When I saw the creamy unstamped third envelope with its elegant red logo in the upper left corner, my heart sustained an electric surge, even though I would have been furious had that exact envelope not been waiting for me. I slipped it quickly beneath the others as Tess was conversing with the desk clerk in her sensual, tongue-tripping Spanish, which made her seem like a different version of herself. She switched back into En-glish while discussing my arrangements.
"Is Alex here, Luís? I'd like him to meet Emma." To me she said, "That's the manager I was telling you about."
"No, señora, is his bridge game Sunday afternoon."
"Oh, of course, it's Sunday, isn't it? I'm confused because we're working today, Doctor Hector is starting a root canal for a patient in pain."
As we crossed the Mediterranean-tiled lobby where Clarence waited with my bags by the elevator, an arresting family tableau caught my eye. A pretty woman wearing a pillbox hat with veil and a stylish traveling suit was reading aloud to a little girl who sat beside her on a love seat flanked by potted palms and surrounded by a stockade of matching suitcases. The girl supported two solemn-faced porcelain dolls on her lap in the laissez-faire way a loving mother might balance two well-behaved offspring who could be depended on to stay put. The aloof faces of all three seemed to be equally riveted on the woman's sprightly reading"a la tarde . . . los niños saltaban . . . Platero . . . giraba sobre sus patas"and I was elated that merely in passing I could understand enough phrases ("in the afternoon . . . the children were jumping . . . Platero . . . spun on his hooves") to recognize Juan Ramón Jiménez's tale of his pet donkey, Platero and I, which we'd studied in first semester of college Spanish. Close by them stood a strikingly handsome man in wilted white linen, frowning and looking slightly beside himself as he ticked off items on a list with a silver pencil. Meanwhile, a chauffeur carried in more luggage to add to the pile already surrounding them.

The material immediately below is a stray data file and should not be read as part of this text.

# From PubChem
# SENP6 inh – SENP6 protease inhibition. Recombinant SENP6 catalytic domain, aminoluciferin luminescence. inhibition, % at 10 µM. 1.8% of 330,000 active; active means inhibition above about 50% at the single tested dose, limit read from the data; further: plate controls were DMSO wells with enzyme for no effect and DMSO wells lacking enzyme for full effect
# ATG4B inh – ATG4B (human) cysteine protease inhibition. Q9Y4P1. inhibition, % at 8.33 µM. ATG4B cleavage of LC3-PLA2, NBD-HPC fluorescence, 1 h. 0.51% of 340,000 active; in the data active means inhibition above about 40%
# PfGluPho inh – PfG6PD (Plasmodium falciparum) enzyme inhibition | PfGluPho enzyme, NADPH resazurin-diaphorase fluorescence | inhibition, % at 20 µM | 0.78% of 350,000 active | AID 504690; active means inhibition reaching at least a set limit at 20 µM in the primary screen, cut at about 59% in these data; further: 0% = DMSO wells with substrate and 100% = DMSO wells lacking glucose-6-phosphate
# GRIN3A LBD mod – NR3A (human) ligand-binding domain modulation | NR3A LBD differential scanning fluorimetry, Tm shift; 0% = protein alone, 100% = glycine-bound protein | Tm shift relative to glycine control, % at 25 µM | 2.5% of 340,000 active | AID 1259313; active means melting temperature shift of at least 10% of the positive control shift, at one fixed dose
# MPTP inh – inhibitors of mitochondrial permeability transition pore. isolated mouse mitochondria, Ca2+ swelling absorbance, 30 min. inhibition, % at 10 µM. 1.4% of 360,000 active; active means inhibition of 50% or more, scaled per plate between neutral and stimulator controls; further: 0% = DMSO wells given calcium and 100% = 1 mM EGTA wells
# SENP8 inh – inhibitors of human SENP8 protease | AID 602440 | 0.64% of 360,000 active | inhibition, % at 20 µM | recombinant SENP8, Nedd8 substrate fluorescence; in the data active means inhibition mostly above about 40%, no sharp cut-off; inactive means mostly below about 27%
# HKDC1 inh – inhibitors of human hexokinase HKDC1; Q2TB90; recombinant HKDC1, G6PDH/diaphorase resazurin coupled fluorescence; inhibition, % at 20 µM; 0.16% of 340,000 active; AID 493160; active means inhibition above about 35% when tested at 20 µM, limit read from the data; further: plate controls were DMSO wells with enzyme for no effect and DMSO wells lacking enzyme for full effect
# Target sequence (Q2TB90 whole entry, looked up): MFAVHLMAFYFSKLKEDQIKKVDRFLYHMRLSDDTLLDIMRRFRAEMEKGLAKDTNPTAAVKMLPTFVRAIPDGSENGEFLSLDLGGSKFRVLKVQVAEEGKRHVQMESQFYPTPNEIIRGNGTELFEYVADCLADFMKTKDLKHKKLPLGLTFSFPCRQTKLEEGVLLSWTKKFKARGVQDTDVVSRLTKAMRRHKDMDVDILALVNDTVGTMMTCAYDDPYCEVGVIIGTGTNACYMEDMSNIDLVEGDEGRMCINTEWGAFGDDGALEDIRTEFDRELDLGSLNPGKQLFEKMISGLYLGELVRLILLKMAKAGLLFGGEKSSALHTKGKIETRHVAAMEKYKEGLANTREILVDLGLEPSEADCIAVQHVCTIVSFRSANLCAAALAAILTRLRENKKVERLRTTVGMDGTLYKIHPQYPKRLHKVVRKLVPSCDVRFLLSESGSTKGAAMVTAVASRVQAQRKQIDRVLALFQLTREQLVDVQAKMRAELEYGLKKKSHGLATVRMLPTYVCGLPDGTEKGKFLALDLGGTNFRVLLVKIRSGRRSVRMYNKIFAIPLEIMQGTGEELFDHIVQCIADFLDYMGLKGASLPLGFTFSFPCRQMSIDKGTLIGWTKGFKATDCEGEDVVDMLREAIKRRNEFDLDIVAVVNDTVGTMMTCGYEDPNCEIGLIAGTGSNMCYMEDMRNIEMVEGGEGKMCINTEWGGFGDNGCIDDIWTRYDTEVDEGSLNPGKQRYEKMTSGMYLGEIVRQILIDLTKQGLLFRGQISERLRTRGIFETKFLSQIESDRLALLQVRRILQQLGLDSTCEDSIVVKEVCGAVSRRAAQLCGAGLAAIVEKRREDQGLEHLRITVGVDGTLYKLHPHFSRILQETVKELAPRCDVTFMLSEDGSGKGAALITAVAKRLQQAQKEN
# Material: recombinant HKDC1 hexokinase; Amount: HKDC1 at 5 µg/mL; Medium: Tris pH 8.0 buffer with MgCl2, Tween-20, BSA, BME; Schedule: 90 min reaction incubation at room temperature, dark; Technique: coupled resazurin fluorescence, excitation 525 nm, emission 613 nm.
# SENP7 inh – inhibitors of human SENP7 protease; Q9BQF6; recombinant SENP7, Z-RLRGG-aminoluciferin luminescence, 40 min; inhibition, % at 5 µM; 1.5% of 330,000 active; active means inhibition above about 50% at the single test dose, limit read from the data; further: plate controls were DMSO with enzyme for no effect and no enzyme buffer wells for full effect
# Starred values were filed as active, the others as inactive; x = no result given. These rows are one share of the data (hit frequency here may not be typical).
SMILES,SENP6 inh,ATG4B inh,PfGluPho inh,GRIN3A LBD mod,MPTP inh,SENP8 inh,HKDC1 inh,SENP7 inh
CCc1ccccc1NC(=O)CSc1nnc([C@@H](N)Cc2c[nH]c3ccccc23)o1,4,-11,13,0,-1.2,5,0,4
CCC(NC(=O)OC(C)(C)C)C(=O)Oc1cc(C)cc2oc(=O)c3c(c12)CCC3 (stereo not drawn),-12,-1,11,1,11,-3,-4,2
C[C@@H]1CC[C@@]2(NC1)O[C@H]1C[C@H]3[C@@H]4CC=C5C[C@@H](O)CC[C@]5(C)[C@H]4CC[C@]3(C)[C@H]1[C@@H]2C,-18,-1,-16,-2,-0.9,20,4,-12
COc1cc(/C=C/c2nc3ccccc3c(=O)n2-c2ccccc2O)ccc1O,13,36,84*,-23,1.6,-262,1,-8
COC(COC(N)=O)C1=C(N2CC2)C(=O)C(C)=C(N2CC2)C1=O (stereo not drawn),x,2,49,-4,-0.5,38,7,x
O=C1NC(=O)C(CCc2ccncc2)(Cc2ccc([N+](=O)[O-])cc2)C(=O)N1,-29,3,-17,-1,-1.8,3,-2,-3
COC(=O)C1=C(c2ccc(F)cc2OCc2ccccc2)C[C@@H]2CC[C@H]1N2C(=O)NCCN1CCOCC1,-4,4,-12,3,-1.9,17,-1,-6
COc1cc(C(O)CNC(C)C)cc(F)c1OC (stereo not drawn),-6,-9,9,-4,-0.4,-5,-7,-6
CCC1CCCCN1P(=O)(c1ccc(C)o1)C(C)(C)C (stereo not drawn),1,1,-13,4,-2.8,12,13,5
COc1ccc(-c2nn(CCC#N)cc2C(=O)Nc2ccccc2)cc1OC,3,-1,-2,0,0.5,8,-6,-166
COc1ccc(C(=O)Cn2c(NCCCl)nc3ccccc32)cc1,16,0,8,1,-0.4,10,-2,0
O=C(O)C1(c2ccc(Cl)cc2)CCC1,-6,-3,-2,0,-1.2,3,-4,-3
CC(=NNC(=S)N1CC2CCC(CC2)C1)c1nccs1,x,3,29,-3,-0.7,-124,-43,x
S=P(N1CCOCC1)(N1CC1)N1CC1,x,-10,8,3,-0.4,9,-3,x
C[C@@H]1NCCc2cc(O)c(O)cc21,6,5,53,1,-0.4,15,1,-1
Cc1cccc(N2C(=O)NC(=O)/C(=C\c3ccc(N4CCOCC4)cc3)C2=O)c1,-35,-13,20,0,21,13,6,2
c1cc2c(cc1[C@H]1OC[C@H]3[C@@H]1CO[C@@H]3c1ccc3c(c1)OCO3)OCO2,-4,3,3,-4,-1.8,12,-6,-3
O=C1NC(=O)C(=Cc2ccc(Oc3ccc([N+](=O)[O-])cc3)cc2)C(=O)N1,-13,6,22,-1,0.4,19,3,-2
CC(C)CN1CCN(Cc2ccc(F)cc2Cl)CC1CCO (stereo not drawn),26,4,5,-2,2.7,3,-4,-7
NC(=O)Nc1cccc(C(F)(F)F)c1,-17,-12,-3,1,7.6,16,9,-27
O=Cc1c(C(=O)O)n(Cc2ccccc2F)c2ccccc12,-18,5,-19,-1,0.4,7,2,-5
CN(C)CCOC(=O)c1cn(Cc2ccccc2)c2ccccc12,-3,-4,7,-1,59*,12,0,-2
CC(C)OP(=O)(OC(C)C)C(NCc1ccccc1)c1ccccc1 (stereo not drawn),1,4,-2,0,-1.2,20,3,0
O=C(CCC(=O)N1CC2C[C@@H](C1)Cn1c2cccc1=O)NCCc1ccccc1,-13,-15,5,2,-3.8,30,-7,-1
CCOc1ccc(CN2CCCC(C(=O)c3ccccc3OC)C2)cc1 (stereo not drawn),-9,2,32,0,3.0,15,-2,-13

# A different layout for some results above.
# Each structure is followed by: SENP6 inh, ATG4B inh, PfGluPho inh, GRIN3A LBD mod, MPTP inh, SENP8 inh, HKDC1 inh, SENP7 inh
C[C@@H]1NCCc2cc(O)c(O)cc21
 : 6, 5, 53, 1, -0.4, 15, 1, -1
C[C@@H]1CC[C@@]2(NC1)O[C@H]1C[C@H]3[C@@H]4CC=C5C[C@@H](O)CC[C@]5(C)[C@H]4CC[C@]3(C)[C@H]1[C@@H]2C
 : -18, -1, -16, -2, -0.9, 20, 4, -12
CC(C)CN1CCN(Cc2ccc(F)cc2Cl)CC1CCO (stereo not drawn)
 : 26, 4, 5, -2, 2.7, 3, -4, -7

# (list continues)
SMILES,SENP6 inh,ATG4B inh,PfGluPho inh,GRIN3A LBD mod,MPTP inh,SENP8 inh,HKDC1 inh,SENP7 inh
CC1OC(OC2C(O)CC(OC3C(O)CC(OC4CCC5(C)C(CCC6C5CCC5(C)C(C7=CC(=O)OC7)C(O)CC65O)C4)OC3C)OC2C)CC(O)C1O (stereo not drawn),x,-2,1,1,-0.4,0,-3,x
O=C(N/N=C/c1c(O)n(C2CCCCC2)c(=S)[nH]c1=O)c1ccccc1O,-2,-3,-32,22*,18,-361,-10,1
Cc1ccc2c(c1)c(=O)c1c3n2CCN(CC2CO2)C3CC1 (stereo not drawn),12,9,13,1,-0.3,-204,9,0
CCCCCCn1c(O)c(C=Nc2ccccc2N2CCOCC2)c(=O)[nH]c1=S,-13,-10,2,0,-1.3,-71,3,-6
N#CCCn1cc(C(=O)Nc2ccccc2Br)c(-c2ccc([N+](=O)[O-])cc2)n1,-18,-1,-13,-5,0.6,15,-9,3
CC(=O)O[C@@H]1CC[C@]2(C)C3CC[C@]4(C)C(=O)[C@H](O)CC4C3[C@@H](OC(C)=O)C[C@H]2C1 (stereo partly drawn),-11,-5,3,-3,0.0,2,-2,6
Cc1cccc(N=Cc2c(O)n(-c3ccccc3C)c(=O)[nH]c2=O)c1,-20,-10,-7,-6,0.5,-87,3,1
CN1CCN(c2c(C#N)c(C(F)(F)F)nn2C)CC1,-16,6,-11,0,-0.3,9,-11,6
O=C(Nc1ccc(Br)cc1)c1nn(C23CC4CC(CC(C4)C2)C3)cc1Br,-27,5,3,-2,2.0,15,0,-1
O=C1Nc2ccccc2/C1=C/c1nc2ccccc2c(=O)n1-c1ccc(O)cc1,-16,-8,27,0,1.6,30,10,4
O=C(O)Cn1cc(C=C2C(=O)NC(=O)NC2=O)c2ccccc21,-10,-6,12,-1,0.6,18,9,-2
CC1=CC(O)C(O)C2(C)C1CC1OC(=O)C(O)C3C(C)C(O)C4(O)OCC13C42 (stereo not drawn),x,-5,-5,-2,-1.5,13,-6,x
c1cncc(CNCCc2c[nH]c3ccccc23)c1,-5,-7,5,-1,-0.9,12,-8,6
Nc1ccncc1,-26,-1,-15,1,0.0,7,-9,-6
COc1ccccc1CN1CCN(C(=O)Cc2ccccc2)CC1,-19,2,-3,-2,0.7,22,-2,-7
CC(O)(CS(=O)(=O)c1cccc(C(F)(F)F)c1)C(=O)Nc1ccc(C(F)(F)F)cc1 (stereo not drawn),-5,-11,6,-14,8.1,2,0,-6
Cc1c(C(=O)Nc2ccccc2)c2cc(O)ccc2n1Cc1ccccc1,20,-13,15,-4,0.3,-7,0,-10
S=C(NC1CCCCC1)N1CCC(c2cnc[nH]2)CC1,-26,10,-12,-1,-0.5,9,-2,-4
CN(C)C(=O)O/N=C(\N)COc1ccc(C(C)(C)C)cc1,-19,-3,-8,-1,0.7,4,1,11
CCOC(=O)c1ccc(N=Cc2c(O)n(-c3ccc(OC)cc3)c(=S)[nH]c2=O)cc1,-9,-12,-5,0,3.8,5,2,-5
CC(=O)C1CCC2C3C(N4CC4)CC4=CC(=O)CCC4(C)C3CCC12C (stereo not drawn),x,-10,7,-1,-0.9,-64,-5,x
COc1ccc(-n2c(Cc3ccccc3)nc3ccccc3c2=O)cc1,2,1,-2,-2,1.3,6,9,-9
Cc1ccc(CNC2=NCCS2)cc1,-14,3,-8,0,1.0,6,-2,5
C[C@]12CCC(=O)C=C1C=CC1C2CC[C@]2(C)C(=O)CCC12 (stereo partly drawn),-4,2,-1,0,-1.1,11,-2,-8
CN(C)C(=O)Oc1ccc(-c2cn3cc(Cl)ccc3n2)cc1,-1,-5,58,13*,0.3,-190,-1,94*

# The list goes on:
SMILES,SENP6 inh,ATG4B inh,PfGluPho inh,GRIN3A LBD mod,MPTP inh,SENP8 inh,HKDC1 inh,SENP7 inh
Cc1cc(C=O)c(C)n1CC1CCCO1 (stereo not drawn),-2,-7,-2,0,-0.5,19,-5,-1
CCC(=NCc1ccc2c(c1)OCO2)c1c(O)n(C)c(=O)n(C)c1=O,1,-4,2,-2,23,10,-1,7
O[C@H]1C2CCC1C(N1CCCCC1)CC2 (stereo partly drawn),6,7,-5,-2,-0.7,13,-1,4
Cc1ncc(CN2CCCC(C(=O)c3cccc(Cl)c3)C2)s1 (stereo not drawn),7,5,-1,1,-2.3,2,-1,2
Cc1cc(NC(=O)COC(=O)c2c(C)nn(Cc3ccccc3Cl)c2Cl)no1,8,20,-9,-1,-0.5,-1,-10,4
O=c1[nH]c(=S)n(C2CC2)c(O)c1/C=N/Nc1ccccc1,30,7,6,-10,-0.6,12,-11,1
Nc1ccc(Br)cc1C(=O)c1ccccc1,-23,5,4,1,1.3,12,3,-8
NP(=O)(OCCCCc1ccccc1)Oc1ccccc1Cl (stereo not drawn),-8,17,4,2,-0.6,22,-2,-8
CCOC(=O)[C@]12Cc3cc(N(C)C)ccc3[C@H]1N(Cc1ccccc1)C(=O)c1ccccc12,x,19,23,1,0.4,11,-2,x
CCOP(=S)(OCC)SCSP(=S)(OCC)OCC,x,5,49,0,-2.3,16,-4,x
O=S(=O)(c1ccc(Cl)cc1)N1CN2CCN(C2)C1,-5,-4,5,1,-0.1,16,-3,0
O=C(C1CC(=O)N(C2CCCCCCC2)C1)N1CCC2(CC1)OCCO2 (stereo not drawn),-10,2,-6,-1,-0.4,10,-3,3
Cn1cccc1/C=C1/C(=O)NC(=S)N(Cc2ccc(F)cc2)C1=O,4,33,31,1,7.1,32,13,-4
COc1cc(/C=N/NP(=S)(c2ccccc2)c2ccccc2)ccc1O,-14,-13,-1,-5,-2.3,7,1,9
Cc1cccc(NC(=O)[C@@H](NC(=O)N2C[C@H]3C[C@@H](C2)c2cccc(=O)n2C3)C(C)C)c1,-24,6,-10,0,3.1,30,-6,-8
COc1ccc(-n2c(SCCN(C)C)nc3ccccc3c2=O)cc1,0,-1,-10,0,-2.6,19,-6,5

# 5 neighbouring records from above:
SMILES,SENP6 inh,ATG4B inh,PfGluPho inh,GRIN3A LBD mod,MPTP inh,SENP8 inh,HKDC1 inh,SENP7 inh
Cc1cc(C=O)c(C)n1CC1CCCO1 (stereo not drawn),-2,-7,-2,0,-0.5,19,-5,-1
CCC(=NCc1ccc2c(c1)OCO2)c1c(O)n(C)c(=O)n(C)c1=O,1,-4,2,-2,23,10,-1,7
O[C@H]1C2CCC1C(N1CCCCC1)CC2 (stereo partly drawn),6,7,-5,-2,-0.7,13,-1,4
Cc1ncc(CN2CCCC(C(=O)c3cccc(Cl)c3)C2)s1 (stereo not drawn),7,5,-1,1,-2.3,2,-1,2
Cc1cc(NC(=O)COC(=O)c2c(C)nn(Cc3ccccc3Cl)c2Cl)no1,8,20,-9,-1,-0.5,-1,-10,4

"Ah, God, here come some more," Tess murmured angrily as we passed. "If Fidel doesn't stop breaking his promises, he's going to wake up one morning and find all the good people gone."
My room was on the fifth floor of the twelve-story Julia Tuttle, and Tess, having sent Clarence away with a folded bill before I could get my purse unzipped, proceeded to check out my closet, drawers, and bathroom. I went first thing to the window above the air conditioner to see what I would be looking out on for the next few months. It wasn't the ocean view, which the front rooms had, but the vista was agreeable and in its way less lonely. The Miami River, with its drawbridge and boat traffic, was to my left, the hotel's Olympic-size pool, surrounded by blue-and-white-striped cabanas, gleamed invitingly below, and to the right was a portion of Miami skyline, including, Tess proudly pointed out, as though she had put it there herself, the top of the Star building, where I would start work tomorrow.
Tess explained that patients sometimes had adverse reactions, and she had to remain at the office until they felt well enough to travel, so she couldn't be with me my first evening. She named the eating places in walking distance, a White Castle and a Howard Johnson's, and we made plans to have dinner the next evening.
Excerpted from Queen of the Underworld by Gail Godwin Copyright © 2006 by Gail Godwin. Excerpted by permission of Random House, a division of Random House, Inc. All rights reserved. No part of this excerpt may be reproduced or reprinted without permission in writing from the publisher.
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No Man's Land
by Simon Tolkien
Inspired by the experiences of his grandfather, J. R. R. Tolkien, during World War I.
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